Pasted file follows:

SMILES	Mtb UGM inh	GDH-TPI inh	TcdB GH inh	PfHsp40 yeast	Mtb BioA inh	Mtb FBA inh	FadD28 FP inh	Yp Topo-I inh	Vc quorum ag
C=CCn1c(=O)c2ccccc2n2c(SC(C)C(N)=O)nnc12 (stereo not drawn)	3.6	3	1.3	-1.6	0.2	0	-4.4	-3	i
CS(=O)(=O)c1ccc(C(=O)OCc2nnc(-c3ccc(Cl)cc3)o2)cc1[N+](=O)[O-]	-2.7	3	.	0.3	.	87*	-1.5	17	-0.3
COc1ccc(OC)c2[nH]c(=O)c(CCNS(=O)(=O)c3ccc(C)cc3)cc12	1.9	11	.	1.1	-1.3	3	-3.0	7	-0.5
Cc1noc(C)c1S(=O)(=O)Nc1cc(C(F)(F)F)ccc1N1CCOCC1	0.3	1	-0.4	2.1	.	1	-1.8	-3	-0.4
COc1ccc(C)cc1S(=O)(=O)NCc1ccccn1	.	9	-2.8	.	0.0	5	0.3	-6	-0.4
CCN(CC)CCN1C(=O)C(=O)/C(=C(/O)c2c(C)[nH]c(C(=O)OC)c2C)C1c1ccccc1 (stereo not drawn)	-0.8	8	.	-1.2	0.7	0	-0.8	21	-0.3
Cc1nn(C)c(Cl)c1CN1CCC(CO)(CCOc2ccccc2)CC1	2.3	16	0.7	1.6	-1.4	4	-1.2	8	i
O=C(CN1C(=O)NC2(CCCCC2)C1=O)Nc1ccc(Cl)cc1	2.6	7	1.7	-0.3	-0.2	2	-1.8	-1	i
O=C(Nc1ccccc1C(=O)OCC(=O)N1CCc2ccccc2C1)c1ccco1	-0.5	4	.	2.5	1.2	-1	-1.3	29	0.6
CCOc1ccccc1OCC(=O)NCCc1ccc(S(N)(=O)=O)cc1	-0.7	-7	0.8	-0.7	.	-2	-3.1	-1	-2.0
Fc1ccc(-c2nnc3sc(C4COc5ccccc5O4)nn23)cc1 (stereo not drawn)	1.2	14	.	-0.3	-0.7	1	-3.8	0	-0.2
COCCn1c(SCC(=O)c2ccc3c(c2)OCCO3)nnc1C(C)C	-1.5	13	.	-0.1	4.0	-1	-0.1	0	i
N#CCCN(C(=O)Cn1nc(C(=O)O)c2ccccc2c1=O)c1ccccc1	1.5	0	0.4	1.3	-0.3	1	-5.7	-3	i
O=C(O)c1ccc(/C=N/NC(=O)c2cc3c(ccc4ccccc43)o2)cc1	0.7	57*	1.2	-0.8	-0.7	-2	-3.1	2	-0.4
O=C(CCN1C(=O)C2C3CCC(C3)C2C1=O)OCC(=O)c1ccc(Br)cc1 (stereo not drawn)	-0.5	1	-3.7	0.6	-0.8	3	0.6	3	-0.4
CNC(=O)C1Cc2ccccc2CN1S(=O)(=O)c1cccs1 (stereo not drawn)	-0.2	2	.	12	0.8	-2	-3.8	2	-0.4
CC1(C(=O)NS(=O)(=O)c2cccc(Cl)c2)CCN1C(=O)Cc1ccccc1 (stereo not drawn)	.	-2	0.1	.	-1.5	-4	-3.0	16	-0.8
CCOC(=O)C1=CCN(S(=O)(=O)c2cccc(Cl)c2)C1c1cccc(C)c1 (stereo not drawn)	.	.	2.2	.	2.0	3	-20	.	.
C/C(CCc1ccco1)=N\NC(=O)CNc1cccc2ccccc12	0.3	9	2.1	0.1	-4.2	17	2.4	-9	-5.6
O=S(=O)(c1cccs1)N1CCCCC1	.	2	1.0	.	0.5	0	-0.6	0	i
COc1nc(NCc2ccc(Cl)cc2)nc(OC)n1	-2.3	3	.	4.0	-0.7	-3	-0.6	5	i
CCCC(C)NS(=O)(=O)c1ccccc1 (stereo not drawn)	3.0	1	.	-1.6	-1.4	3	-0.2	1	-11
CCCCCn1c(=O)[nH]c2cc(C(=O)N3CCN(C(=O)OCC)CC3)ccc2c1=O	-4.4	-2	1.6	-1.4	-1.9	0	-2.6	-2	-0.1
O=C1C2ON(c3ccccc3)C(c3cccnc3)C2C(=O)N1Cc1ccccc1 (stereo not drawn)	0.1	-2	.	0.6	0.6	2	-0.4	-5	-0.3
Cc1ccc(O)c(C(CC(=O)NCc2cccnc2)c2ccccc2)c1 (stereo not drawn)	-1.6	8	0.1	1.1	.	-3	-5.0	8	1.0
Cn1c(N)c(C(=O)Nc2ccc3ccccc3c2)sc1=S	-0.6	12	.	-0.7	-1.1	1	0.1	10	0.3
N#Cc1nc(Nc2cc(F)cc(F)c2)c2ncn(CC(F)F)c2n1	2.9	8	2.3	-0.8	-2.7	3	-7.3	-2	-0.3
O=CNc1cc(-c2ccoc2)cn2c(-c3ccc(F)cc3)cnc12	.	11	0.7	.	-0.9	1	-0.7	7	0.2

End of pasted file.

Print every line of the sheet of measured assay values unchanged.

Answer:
SMILES	Mtb UGM inh	GDH-TPI inh	TcdB GH inh	PfHsp40 yeast	Mtb BioA inh	Mtb FBA inh	FadD28 FP inh	Yp Topo-I inh	Vc quorum ag
C=CCn1c(=O)c2ccccc2n2c(SC(C)C(N)=O)nnc12 (stereo not drawn)	3.6	3	1.3	-1.6	0.2	0	-4.4	-3	i
CS(=O)(=O)c1ccc(C(=O)OCc2nnc(-c3ccc(Cl)cc3)o2)cc1[N+](=O)[O-]	-2.7	3	.	0.3	.	87*	-1.5	17	-0.3
COc1ccc(OC)c2[nH]c(=O)c(CCNS(=O)(=O)c3ccc(C)cc3)cc12	1.9	11	.	1.1	-1.3	3	-3.0	7	-0.5
Cc1noc(C)c1S(=O)(=O)Nc1cc(C(F)(F)F)ccc1N1CCOCC1	0.3	1	-0.4	2.1	.	1	-1.8	-3	-0.4
COc1ccc(C)cc1S(=O)(=O)NCc1ccccn1	.	9	-2.8	.	0.0	5	0.3	-6	-0.4
CCN(CC)CCN1C(=O)C(=O)/C(=C(/O)c2c(C)[nH]c(C(=O)OC)c2C)C1c1ccccc1 (stereo not drawn)	-0.8	8	.	-1.2	0.7	0	-0.8	21	-0.3
Cc1nn(C)c(Cl)c1CN1CCC(CO)(CCOc2ccccc2)CC1	2.3	16	0.7	1.6	-1.4	4	-1.2	8	i
O=C(CN1C(=O)NC2(CCCCC2)C1=O)Nc1ccc(Cl)cc1	2.6	7	1.7	-0.3	-0.2	2	-1.8	-1	i
O=C(Nc1ccccc1C(=O)OCC(=O)N1CCc2ccccc2C1)c1ccco1	-0.5	4	.	2.5	1.2	-1	-1.3	29	0.6
CCOc1ccccc1OCC(=O)NCCc1ccc(S(N)(=O)=O)cc1	-0.7	-7	0.8	-0.7	.	-2	-3.1	-1	-2.0
Fc1ccc(-c2nnc3sc(C4COc5ccccc5O4)nn23)cc1 (stereo not drawn)	1.2	14	.	-0.3	-0.7	1	-3.8	0	-0.2
COCCn1c(SCC(=O)c2ccc3c(c2)OCCO3)nnc1C(C)C	-1.5	13	.	-0.1	4.0	-1	-0.1	0	i
N#CCCN(C(=O)Cn1nc(C(=O)O)c2ccccc2c1=O)c1ccccc1	1.5	0	0.4	1.3	-0.3	1	-5.7	-3	i
O=C(O)c1ccc(/C=N/NC(=O)c2cc3c(ccc4ccccc43)o2)cc1	0.7	57*	1.2	-0.8	-0.7	-2	-3.1	2	-0.4
O=C(CCN1C(=O)C2C3CCC(C3)C2C1=O)OCC(=O)c1ccc(Br)cc1 (stereo not drawn)	-0.5	1	-3.7	0.6	-0.8	3	0.6	3	-0.4
CNC(=O)C1Cc2ccccc2CN1S(=O)(=O)c1cccs1 (stereo not drawn)	-0.2	2	.	12	0.8	-2	-3.8	2	-0.4
CC1(C(=O)NS(=O)(=O)c2cccc(Cl)c2)CCN1C(=O)Cc1ccccc1 (stereo not drawn)	.	-2	0.1	.	-1.5	-4	-3.0	16	-0.8
CCOC(=O)C1=CCN(S(=O)(=O)c2cccc(Cl)c2)C1c1cccc(C)c1 (stereo not drawn)	.	.	2.2	.	2.0	3	-20	.	.
C/C(CCc1ccco1)=N\NC(=O)CNc1cccc2ccccc12	0.3	9	2.1	0.1	-4.2	17	2.4	-9	-5.6
O=S(=O)(c1cccs1)N1CCCCC1	.	2	1.0	.	0.5	0	-0.6	0	i
COc1nc(NCc2ccc(Cl)cc2)nc(OC)n1	-2.3	3	.	4.0	-0.7	-3	-0.6	5	i
CCCC(C)NS(=O)(=O)c1ccccc1 (stereo not drawn)	3.0	1	.	-1.6	-1.4	3	-0.2	1	-11
CCCCCn1c(=O)[nH]c2cc(C(=O)N3CCN(C(=O)OCC)CC3)ccc2c1=O	-4.4	-2	1.6	-1.4	-1.9	0	-2.6	-2	-0.1
O=C1C2ON(c3ccccc3)C(c3cccnc3)C2C(=O)N1Cc1ccccc1 (stereo not drawn)	0.1	-2	.	0.6	0.6	2	-0.4	-5	-0.3
Cc1ccc(O)c(C(CC(=O)NCc2cccnc2)c2ccccc2)c1 (stereo not drawn)	-1.6	8	0.1	1.1	.	-3	-5.0	8	1.0
Cn1c(N)c(C(=O)Nc2ccc3ccccc3c2)sc1=S	-0.6	12	.	-0.7	-1.1	1	0.1	10	0.3
N#Cc1nc(Nc2cc(F)cc(F)c2)c2ncn(CC(F)F)c2n1	2.9	8	2.3	-0.8	-2.7	3	-7.3	-2	-0.3
O=CNc1cc(-c2ccoc2)cn2c(-c3ccc(F)cc3)cnc12	.	11	0.7	.	-0.9	1	-0.7	7	0.2